Beyond Faraday’s Crispations: Nonlinear Patterns of Granular Flow on a Vibratory Conveyor
When granular material is shaken both in horizontal and vertical direction simultaneously, as commonly done in vibratory conveyors that are well established in routine industrial production for controlled transport of bulk solids, the transported goods can exhibit a surprisingly large variety of surface patterns. For example, if a monolayer of glass beads is vibrated in a circularly manner in a narrow annular channel, a coexistence of a solid‐like and a gas‐like domain can be observed. The solid fraction decreases with increasing acceleration and shows hysteresis. The sharp boundaries between the two regions travel around the channel faster than the particles are transported. By using a molecular dynamics simulation we were able to extract the local granular temperature and number density. It was found that the number density in the solid phase is several times that in the gas, while the temperature is orders of magnitude lower. If the number of particles is increased further, localized period‐doubling waves arise. These solitary wave packets are accompanied by a locally increased particle density. The width and velocity of the granular wave pulses are measured as a function of the bed height. A continuum model for the material distribution, based on the measured granular transport velocity as a function of the bed thickness, captures the essence of the experimental findings.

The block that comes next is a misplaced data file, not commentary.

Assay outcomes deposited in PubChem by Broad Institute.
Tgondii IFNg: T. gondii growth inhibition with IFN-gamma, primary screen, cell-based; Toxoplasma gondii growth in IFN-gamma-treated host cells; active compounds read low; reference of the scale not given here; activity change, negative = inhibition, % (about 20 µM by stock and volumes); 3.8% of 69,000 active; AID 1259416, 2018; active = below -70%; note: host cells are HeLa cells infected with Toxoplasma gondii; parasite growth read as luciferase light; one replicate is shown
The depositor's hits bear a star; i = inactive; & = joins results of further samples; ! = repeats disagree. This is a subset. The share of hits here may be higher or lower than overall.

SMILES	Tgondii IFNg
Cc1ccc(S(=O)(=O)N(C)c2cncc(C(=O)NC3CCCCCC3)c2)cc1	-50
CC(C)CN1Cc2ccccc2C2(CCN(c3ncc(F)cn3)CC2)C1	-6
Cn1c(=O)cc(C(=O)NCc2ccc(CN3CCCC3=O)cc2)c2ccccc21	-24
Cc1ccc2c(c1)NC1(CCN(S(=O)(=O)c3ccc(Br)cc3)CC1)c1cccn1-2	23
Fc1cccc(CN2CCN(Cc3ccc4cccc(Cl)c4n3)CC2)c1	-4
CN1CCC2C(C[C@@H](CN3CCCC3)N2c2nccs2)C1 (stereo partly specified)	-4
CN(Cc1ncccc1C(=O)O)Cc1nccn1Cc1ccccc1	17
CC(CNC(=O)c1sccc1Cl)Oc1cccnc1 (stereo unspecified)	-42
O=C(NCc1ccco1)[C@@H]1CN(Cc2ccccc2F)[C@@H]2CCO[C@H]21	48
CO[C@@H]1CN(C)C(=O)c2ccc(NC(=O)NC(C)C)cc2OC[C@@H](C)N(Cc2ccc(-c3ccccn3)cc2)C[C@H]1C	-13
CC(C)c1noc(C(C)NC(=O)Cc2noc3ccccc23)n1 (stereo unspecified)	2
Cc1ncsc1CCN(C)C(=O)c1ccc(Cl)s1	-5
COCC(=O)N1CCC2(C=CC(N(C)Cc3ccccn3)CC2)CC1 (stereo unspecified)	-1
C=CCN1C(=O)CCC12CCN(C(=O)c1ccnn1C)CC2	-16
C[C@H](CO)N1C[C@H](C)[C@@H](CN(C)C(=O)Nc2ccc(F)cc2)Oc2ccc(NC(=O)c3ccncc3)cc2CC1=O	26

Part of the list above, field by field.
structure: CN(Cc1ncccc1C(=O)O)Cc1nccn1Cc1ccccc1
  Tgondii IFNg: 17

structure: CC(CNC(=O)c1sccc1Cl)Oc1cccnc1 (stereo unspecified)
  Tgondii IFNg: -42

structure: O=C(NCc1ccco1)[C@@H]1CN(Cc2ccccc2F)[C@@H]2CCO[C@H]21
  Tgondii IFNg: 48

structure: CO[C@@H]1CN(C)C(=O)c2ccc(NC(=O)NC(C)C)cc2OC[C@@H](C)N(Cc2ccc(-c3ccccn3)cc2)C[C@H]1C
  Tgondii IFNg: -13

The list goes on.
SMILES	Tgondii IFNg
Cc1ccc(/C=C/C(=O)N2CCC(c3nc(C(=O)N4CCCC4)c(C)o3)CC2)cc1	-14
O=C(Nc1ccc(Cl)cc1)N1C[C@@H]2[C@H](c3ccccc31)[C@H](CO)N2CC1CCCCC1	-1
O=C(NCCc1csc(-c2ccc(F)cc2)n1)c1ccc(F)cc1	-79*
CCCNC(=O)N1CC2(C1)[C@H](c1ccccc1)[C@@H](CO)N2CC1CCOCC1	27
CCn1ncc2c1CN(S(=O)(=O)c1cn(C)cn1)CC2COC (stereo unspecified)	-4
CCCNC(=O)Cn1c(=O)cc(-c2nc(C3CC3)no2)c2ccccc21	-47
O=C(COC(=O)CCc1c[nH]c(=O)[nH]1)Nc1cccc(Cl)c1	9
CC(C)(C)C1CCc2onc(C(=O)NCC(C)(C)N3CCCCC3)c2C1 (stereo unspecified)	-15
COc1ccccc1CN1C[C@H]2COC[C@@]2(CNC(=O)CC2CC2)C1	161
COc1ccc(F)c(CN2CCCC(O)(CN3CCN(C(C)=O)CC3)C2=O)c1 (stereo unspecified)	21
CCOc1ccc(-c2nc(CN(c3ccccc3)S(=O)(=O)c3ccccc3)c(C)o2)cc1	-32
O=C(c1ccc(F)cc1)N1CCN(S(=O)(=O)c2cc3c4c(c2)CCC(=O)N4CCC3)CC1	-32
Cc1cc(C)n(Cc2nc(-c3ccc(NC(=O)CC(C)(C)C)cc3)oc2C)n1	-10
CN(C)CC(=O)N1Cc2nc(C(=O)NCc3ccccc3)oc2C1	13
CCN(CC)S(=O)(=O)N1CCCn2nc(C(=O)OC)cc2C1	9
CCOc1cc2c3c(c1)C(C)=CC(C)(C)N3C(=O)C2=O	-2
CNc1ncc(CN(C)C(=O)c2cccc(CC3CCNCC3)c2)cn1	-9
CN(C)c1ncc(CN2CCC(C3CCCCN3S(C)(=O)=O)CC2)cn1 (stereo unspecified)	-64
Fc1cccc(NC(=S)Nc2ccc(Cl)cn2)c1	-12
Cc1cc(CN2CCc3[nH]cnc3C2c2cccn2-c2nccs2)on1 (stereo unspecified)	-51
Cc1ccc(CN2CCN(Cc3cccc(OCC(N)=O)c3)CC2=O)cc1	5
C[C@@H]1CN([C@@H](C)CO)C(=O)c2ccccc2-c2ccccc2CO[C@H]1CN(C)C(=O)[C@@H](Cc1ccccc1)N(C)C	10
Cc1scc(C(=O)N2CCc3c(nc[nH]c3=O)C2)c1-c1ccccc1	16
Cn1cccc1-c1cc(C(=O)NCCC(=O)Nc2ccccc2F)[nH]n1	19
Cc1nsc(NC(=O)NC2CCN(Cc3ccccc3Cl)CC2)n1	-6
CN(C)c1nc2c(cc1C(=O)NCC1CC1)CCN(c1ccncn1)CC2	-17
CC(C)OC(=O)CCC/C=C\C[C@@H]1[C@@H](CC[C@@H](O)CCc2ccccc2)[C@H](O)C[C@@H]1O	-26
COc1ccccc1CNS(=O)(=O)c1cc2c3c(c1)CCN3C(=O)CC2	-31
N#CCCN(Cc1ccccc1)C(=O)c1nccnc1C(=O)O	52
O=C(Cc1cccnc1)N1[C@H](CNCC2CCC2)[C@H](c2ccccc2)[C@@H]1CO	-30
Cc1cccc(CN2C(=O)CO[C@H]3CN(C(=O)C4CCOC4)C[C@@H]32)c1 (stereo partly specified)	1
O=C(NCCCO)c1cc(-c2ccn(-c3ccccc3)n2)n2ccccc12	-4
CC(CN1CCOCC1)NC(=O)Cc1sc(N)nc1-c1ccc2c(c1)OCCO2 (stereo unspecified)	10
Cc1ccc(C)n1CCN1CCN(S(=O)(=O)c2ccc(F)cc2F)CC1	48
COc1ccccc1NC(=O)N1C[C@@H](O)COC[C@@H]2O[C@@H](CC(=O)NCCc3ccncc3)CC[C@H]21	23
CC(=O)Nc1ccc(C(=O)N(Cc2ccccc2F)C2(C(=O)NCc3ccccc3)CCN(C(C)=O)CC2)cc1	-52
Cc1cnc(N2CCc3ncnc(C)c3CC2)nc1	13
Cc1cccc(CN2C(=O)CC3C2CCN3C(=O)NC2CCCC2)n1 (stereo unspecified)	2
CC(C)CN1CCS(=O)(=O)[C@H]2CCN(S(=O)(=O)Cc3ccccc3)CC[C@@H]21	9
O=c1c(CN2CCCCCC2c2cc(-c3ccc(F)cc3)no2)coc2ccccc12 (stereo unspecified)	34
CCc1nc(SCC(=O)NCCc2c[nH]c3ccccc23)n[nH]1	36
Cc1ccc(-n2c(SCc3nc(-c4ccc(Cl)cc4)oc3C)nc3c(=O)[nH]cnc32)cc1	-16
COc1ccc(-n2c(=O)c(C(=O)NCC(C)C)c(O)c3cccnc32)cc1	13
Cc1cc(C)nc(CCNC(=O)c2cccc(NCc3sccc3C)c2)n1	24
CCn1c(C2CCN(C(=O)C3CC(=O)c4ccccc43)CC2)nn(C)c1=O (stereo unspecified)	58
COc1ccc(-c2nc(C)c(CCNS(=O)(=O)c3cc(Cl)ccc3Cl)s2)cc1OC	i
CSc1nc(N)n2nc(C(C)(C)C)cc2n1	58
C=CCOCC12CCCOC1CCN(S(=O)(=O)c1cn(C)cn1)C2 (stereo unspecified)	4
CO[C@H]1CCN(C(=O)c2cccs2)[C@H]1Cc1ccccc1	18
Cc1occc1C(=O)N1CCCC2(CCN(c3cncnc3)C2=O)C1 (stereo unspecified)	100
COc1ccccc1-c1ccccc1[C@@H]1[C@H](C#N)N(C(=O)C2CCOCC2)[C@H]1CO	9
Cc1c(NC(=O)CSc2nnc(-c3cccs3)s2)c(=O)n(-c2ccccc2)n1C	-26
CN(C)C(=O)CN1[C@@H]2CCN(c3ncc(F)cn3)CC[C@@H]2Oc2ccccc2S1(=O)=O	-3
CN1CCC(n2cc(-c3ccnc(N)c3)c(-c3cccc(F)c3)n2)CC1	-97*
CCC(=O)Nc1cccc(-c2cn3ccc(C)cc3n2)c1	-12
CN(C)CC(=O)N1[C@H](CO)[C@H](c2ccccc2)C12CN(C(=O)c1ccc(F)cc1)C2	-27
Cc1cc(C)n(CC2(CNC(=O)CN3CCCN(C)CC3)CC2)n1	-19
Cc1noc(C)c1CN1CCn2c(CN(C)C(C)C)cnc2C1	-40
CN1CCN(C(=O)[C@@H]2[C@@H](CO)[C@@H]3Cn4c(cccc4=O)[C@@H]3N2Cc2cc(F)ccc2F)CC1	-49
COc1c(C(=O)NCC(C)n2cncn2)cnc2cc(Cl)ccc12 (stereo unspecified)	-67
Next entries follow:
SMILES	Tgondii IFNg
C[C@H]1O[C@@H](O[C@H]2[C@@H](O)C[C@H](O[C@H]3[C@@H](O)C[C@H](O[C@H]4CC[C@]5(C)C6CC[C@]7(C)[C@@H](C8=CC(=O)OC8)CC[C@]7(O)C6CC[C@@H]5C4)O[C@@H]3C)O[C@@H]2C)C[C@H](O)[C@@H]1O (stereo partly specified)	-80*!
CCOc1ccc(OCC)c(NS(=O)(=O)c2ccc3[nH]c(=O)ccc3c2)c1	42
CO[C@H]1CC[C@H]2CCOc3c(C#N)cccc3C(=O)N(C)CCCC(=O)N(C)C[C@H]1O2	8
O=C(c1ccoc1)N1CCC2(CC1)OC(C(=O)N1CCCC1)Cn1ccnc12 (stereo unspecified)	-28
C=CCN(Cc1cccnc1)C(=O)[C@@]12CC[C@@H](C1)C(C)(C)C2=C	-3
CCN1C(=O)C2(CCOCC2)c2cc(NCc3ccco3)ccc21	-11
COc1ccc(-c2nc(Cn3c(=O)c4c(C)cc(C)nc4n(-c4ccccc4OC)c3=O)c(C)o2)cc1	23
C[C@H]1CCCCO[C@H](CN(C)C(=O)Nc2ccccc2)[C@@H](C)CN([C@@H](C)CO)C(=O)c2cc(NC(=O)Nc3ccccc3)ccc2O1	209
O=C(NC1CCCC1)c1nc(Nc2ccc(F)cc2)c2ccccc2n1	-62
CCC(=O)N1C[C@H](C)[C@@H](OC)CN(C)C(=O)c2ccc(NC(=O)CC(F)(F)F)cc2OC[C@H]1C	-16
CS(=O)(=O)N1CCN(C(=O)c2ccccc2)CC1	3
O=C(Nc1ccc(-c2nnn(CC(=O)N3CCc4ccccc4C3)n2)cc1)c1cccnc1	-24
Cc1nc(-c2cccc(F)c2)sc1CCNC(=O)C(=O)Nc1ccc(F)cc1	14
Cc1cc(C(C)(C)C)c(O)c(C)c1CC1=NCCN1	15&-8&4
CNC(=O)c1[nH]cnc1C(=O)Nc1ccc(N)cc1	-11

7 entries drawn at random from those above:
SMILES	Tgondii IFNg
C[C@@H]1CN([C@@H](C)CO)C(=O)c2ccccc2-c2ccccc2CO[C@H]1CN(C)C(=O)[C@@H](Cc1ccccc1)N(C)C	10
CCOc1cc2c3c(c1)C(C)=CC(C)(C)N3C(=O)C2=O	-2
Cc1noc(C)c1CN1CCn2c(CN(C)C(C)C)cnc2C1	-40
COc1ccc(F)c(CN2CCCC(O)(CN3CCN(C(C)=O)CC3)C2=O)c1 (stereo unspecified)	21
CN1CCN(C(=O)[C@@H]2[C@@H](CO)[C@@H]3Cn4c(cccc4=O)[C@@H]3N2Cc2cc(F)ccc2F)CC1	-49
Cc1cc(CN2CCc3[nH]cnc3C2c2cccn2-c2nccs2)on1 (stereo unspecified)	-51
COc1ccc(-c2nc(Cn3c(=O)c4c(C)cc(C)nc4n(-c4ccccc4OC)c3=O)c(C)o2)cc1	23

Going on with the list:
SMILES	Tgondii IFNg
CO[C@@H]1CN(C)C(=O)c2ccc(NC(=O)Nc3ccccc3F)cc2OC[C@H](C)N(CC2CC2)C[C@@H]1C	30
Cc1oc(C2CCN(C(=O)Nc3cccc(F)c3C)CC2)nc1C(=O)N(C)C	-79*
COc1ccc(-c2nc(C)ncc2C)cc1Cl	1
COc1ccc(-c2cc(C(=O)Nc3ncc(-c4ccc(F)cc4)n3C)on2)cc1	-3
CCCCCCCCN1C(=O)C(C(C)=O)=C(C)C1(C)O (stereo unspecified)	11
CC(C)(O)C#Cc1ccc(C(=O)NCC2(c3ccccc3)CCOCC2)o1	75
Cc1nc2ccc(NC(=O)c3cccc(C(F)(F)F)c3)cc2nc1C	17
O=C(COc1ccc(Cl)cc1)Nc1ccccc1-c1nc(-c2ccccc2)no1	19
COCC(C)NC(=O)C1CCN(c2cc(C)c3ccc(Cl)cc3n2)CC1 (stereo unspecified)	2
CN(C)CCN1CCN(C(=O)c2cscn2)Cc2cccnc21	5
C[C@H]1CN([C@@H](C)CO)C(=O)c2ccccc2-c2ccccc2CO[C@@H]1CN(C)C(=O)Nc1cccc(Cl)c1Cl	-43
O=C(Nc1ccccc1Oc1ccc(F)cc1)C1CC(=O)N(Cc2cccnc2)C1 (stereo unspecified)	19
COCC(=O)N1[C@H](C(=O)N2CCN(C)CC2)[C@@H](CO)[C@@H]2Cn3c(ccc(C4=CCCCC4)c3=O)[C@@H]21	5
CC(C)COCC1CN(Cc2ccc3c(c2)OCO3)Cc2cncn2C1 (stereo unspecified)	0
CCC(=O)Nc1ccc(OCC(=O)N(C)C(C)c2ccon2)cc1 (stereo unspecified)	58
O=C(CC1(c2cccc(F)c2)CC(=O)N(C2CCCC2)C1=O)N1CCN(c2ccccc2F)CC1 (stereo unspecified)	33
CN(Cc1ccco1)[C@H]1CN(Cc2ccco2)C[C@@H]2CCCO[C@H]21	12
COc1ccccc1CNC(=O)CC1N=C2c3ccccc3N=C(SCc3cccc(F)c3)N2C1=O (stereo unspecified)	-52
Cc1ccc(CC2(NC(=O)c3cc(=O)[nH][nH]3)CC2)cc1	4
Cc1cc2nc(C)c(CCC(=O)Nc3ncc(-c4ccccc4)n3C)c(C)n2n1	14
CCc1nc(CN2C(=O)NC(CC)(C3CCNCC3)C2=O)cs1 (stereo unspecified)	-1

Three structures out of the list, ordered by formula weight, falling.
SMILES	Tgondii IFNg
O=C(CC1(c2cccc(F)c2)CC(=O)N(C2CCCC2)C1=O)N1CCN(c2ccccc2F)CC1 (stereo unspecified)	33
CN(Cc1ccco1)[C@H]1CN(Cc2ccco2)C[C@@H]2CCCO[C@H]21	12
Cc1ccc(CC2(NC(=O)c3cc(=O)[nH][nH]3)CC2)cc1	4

C.A. Krϋlle, A. Götzendorfer, J. Kreft, and D. Svensek. 2009. "Beyond Faraday’s Crispations: Nonlinear Patterns of Granular Flow on a Vibratory Conveyor." Powders and Grains 2009: Proceedings of the 6th International Conference on Micromechanics of Gran. Med.: 711-716.